Nairobi — The ongoing rains have claimed lives and displaced more than 50,000 people in various parts of the country.
The latest four deaths were reported in Kitui while others died in various parts of northern Kenya which is worst affected by the floods.
The rains which, locals say, is worse than El Nino have washed away homes and rendered roads impassable leaving thousands homeless.
In Northern Kenya, where communities have long displayed resilience in the face of water scarcity and hunger during droughts, residents now grapple with the challenges posed by rising floodwaters.
This crisis serves as a stark reminder of the current volatile state of our climate and the pressing need for adaptive and sustainable solutions.
One of the hardest-hit areas is Elwak in Mandera, where homes lie submerged, and lives are disrupted.
The Kenya Red Cross says it has mobilized its teams on the ground in response to this unfolding humanitarian crisis. They are tirelessly working to meet the immediate needs of the affected population, including the provision of shelter, essential non-food items, and vital water, sanitation, and hygiene services.
Heart-wrenching images shared by the Kenya Red Cross on social media depict the dire circumstances faced by elderly women and children as they struggle to navigate through flooded roads in search of safer ground. Some residents are observed literally carrying their beloved animals, including goats and dogs, as they seek refuge from the rising waters.
Despite the government’s earlier downgrading of the El Niño warning, the unrelenting rains have intensified, plunging Northern Kenya into a crisis surpassing the challenges experienced during the 1997 El Niño event.
Senator Ali Roba, leader of the United Democratic Movement (UDM) Party, has urgently called upon the government to scale up its disaster response efforts in Northern Kenya. Senator Roba voiced concerns that the government had underestimated the magnitude of the rains, particularly after President William Ruto’s announcement ruling out El Niño.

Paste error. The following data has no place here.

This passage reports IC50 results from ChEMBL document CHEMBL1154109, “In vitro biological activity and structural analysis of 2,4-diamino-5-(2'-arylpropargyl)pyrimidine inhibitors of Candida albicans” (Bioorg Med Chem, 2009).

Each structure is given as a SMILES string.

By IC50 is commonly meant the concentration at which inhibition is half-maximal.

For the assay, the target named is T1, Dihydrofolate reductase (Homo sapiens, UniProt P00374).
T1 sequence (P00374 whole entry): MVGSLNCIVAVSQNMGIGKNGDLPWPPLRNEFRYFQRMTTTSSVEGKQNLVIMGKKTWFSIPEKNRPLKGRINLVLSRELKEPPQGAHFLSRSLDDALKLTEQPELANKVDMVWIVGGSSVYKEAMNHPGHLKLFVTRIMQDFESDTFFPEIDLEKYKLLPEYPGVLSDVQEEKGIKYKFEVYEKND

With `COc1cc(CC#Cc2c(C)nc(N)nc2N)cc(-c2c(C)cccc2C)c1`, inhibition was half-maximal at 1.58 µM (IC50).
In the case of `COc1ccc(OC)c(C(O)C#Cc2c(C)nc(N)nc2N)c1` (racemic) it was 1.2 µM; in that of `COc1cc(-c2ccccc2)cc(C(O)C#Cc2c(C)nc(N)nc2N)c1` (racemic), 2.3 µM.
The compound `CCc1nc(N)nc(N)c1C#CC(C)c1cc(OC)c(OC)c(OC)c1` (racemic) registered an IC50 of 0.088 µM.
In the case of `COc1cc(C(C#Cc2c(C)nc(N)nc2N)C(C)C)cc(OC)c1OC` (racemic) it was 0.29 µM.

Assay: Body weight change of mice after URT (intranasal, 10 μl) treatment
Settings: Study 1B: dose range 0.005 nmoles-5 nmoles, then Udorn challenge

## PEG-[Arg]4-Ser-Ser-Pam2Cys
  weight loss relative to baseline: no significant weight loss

He emphasized that the impact of heavy rains in the Northern region now surpasses that of the 1997 El Niño, leading to tragic consequences, including loss of lives, extensive property damage, and significant livestock losses.
The relentless rains have wreaked havoc on crucial infrastructure, with some roads cut off for days, effectively paralyzing transportation to and from the region. Governor Ali Maalim of Mandera echoed Senator Roba’s concerns, highlighting the dire situation in the county.
Major roads in this border county have been rendered impassable, leading him to call for the declaration of a flood emergency in the country. The destruction of critical bridges and road infrastructure has significantly disrupted transportation, and every bridge and weak link in Mandera County has been swept away.
Without immediate and concerted efforts, the lives and livelihoods of Northern Kenya’s residents remain at grave risk. The loss of lives, extensive damage to property, and disruptions in infrastructure underscore the urgency of the situation. A coordinated and rapid response is imperative to address this ongoing flood crisis.
As the situation continues to evolve, Kenya’s leaders must confront the devastating reality and work together to provide aid and relief to those affected.
The resilience of the affected communities, along with the support of organizations like the Kenya Red Cross, will be crucial in overcoming this disaster and building a more resilient future in the face of our changing climate.